However to Return to my subject, the importance of those heads already mentioned, and their connection with those proceeding, will I hope obtain your pardon for the digression into which they have lead me; and to your discression I shall leave of what I state; Whether you will considered as meir matter of Opinion; or whether I am to hazard my vanity throught a well Knowing intention. In a letter to genl. Knox some time last winter, among many things I had to say concerning the ordnance and myself, I made this remark To with:3“That relieving of an officer from a garrison is not like a relieve in the field; For an officer who Knows himself to be relieved will leave many things undone for the next to do, which I have seen, heard, and experienced. Besides, after once every thing is to rights, the men then ought to desist from labour and exercise the guns; But new Commanding Officers have chiefly new System of defence, which causes labour to labour, and nothing will be formed systematically.
I have partly stated those and more things minutely to the general Officers here, who all agreed of the validity and propriety; But they being all liable to immediate removal, therefore never any thing being formed into a permanent and regular system. Moreover, I have been informed that never any thing of the Kind was left them by their predesesor, But that they were obliged after they had taken the Command, to hunt for materials in order to build their own System. Your orders upon order to acquaint themselves with those persons who have as it were in keeping the several Branches which flow into this department.
And let me once more in confidence assure you, that I suffer incessant pain, not from any apprehensive view of fear, but from the present state this garrison is in. To rectify defects my dear Sir when Roused to Arms, can never be attainable; For few men are formed with abilities to discover new possibilities of such Excellence so as to Distinguish themselves by mean never tried before. Therefore let me beg you to assist in adopting some plan which may be solidery for the good of the service. Which however can be done in no other manner, but such as I have hinted to you. For let General Arnold have all the sagacity imaginable, it will take him some time to get himself well acquainted with the position and Defence of this Post specially as there is not one any old Continental officer left here who can any way assist him. Every thing seems new here, and the very engineer is Transferd from hence, on whom he in some measure could have depended for information with regard to the weakest and strongest parts of this Fortress.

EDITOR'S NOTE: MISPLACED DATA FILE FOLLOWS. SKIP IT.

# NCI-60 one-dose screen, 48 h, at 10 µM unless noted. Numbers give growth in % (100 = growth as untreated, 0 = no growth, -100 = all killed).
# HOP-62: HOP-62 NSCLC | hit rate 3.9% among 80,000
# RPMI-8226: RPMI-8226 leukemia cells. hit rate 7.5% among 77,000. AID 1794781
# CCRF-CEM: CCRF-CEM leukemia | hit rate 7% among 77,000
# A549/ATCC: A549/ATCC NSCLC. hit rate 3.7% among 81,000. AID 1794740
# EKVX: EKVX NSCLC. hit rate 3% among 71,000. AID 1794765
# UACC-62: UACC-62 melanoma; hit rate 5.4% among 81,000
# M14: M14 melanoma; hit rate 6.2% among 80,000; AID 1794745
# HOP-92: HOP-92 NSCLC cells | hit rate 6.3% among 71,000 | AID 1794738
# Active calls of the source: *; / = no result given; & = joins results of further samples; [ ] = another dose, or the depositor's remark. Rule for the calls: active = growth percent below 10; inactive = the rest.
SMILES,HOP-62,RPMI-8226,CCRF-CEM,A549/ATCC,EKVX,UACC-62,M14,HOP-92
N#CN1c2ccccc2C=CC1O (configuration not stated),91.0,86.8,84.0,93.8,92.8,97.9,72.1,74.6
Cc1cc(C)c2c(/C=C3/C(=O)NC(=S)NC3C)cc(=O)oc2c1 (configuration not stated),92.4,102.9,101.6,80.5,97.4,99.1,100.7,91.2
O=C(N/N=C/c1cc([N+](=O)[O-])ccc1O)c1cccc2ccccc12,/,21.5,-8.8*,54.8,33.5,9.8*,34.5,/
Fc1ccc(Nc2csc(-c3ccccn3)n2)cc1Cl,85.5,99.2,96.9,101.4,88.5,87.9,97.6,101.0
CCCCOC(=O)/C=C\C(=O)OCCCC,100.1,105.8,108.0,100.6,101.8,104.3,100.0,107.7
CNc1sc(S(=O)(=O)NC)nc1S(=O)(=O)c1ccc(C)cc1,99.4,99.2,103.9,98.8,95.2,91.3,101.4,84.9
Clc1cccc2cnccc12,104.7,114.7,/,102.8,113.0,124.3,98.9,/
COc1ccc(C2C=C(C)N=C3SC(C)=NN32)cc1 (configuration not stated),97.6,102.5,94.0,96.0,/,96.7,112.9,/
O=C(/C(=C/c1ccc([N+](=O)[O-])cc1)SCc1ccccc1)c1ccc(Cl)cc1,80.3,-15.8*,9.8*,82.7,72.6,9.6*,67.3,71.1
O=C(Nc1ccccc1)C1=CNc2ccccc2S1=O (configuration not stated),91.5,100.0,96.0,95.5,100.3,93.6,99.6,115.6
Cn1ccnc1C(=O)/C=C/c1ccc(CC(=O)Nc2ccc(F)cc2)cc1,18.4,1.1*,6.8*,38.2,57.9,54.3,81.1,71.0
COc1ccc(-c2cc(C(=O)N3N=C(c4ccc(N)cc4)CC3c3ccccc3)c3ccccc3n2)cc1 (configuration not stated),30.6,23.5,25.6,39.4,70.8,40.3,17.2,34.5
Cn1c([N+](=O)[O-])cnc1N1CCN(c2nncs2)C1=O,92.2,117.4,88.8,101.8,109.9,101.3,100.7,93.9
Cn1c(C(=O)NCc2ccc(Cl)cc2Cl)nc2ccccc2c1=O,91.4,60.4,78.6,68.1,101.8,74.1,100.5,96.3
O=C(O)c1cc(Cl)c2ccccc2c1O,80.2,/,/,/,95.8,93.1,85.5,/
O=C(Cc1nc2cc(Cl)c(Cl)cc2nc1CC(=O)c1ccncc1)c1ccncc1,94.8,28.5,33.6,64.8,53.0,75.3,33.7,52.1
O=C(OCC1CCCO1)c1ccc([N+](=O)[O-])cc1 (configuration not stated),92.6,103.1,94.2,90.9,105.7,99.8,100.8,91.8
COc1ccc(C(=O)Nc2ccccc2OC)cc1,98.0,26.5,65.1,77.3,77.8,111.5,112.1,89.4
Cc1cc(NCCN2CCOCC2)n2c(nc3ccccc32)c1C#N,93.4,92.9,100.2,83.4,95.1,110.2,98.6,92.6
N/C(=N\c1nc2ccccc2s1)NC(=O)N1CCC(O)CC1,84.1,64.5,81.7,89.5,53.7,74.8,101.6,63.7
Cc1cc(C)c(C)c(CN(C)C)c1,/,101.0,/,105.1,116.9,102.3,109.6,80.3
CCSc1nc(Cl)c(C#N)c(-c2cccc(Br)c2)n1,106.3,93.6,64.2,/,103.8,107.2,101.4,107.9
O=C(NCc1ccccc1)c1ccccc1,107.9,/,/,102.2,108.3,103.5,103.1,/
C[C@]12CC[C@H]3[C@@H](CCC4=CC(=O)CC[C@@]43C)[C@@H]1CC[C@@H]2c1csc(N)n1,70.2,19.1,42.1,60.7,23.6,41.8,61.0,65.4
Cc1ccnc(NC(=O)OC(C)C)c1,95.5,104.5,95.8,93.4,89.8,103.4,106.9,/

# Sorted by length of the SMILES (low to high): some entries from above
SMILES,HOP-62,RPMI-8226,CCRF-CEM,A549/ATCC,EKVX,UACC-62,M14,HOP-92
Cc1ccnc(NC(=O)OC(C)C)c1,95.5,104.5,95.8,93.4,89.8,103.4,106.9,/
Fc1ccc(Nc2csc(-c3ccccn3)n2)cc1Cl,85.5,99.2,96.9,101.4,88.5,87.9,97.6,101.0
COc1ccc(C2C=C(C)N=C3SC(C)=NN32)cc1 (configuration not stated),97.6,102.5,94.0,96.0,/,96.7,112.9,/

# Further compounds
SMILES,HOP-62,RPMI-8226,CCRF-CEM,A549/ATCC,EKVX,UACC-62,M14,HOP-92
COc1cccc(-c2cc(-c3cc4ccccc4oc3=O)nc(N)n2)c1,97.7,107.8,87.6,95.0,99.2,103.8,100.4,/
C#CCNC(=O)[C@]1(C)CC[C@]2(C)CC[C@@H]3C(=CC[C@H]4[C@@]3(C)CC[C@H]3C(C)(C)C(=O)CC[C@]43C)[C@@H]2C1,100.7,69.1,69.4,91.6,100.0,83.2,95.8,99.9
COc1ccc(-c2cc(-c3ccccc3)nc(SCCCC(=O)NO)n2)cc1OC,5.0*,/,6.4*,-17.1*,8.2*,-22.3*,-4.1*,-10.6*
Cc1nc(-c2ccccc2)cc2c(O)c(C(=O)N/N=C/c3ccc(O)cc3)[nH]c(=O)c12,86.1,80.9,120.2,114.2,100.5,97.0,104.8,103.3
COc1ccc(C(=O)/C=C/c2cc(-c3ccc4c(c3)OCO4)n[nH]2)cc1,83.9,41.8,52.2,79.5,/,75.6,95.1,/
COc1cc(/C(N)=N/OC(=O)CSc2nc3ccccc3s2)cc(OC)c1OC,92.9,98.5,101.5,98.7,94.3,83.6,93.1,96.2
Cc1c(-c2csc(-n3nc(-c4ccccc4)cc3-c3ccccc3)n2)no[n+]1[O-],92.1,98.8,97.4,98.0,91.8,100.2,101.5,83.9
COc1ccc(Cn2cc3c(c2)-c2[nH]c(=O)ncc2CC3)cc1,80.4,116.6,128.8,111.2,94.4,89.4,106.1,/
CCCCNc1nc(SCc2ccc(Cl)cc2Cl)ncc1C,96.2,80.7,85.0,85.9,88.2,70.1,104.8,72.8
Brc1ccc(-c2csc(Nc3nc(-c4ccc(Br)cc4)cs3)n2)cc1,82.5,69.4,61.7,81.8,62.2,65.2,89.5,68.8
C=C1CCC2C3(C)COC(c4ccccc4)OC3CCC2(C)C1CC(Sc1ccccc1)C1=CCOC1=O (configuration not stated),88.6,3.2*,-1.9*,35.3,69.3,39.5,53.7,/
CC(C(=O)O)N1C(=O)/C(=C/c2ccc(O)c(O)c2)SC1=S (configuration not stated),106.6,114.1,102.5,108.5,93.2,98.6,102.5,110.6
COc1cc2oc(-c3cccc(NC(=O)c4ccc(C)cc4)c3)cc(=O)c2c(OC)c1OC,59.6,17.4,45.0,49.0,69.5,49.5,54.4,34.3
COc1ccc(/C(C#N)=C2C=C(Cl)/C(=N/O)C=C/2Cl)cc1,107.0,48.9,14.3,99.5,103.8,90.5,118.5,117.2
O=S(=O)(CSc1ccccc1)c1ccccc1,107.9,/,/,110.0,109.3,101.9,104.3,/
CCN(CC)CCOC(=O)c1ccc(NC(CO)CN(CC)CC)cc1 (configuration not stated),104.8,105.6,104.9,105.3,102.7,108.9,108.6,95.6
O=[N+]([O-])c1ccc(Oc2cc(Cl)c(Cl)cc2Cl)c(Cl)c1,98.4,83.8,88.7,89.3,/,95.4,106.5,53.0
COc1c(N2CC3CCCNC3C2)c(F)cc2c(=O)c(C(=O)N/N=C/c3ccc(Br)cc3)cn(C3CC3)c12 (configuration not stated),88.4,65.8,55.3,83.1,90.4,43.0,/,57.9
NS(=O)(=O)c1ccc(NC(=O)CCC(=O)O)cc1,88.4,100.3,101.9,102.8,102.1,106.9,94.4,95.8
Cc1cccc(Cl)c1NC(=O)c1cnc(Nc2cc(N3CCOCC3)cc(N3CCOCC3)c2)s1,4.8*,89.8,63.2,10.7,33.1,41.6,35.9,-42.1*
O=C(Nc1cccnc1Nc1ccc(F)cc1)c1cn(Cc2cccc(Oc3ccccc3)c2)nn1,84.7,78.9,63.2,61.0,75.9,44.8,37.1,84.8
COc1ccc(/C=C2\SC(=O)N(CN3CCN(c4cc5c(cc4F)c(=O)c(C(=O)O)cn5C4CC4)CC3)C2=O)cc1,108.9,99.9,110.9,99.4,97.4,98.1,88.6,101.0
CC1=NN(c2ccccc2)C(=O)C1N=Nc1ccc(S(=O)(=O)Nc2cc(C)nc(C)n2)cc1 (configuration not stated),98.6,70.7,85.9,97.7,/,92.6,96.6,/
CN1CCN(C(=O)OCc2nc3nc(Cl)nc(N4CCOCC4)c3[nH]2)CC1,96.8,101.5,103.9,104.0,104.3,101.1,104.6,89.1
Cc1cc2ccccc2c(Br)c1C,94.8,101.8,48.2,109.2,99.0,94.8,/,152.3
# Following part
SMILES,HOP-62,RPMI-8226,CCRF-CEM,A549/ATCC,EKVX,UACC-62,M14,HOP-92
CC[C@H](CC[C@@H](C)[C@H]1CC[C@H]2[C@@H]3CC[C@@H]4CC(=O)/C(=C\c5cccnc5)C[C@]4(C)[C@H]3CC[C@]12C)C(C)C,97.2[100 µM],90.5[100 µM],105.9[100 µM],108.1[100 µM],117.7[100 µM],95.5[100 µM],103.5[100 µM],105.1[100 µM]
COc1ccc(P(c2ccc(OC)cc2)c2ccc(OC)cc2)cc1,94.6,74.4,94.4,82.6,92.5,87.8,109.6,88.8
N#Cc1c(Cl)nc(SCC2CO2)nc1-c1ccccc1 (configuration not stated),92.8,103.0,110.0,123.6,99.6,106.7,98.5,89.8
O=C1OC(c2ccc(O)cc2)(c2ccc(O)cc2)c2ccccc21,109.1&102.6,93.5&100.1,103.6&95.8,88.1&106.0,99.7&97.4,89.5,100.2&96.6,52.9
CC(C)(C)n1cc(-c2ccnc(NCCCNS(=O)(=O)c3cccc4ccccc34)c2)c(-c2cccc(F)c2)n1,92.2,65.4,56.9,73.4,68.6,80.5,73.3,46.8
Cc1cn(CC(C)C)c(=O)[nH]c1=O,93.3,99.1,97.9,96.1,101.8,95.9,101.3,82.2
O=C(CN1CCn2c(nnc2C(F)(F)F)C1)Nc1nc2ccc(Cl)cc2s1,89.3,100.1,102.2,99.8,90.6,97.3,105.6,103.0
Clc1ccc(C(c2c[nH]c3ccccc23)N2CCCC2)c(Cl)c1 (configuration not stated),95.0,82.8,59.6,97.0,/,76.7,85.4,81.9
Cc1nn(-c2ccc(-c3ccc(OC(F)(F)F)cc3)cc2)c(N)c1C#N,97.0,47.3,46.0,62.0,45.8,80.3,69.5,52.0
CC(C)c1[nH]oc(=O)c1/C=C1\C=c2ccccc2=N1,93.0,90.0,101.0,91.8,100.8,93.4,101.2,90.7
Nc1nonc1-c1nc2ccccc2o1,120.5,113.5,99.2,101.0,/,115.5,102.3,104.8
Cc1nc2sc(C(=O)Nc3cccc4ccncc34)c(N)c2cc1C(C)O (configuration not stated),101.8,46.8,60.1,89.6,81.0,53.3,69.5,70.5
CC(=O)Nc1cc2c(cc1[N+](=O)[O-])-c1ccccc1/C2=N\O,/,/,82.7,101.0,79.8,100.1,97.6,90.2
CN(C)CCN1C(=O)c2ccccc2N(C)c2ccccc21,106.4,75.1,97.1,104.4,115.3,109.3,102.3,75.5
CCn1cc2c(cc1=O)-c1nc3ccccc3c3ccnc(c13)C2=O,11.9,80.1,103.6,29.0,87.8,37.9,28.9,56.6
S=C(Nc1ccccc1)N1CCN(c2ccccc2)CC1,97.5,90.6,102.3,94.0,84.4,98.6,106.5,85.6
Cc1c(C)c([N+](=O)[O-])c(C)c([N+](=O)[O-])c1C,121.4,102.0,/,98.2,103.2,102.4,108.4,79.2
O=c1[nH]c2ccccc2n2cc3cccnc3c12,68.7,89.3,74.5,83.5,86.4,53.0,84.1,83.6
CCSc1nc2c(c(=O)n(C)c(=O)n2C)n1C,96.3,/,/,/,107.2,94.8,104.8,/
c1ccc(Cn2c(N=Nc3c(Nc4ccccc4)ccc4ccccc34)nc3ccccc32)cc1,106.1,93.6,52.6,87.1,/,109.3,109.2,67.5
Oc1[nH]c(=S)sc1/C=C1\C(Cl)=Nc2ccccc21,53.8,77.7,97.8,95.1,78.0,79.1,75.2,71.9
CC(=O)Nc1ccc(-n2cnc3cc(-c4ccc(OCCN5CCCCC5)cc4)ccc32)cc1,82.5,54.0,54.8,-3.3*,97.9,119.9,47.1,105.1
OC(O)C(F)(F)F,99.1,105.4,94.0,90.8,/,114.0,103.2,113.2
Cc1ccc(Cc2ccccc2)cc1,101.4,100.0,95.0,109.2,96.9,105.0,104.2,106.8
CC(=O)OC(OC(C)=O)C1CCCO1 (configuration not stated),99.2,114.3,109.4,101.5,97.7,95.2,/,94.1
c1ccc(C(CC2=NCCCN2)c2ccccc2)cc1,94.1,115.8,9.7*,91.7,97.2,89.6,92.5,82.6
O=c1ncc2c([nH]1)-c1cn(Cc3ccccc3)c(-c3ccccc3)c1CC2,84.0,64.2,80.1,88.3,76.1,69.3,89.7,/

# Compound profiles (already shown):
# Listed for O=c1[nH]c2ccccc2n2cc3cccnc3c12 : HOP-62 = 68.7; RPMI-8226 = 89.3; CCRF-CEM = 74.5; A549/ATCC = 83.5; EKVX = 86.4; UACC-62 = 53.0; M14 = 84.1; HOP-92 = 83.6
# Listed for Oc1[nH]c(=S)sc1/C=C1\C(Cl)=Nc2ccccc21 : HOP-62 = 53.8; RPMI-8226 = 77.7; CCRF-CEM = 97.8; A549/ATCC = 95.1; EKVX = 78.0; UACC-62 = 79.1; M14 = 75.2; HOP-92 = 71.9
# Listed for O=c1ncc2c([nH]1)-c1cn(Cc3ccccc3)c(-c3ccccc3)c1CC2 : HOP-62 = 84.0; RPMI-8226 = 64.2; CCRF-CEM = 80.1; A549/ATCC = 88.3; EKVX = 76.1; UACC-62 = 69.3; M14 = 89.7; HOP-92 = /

After all said, I mean to you in this: For here is not the one hundered part of what I have to say upon some of those subjects, and as there is still room left upon this sheet for another Paragraph, of still greater Consequences intimately connected with the rest; I shall finish and prognosticate; that should ever capriciousness be on one side of the Contrast, may proofe fatal to this Post. For here is an officer by the Appellation of Commandant of the garrison and a major general in the field as it were, who Issues publick orders for the internal polic of this Garrison. I ask you how will this read in military Characters? may not one alternately wait for the other, and at the end Blame one another. This Sir, you will not take for my opinion Solely, but they have been hinted to me by Officers of Sensibility.
I am with due respect Sir, your most humble Servt.
S. Bauman major of Arty
To Coll. Hamelton
ALS, Hamilton Papers, Library of Congress.
1. Bauman was a major, Second Continental Artillery, stationed at West Point.
2. On August 3, 1780, Major General Benedict Arnold was assigned the command of West Point. He succeeded Major General Robert Howe.
3. I.e., to wit.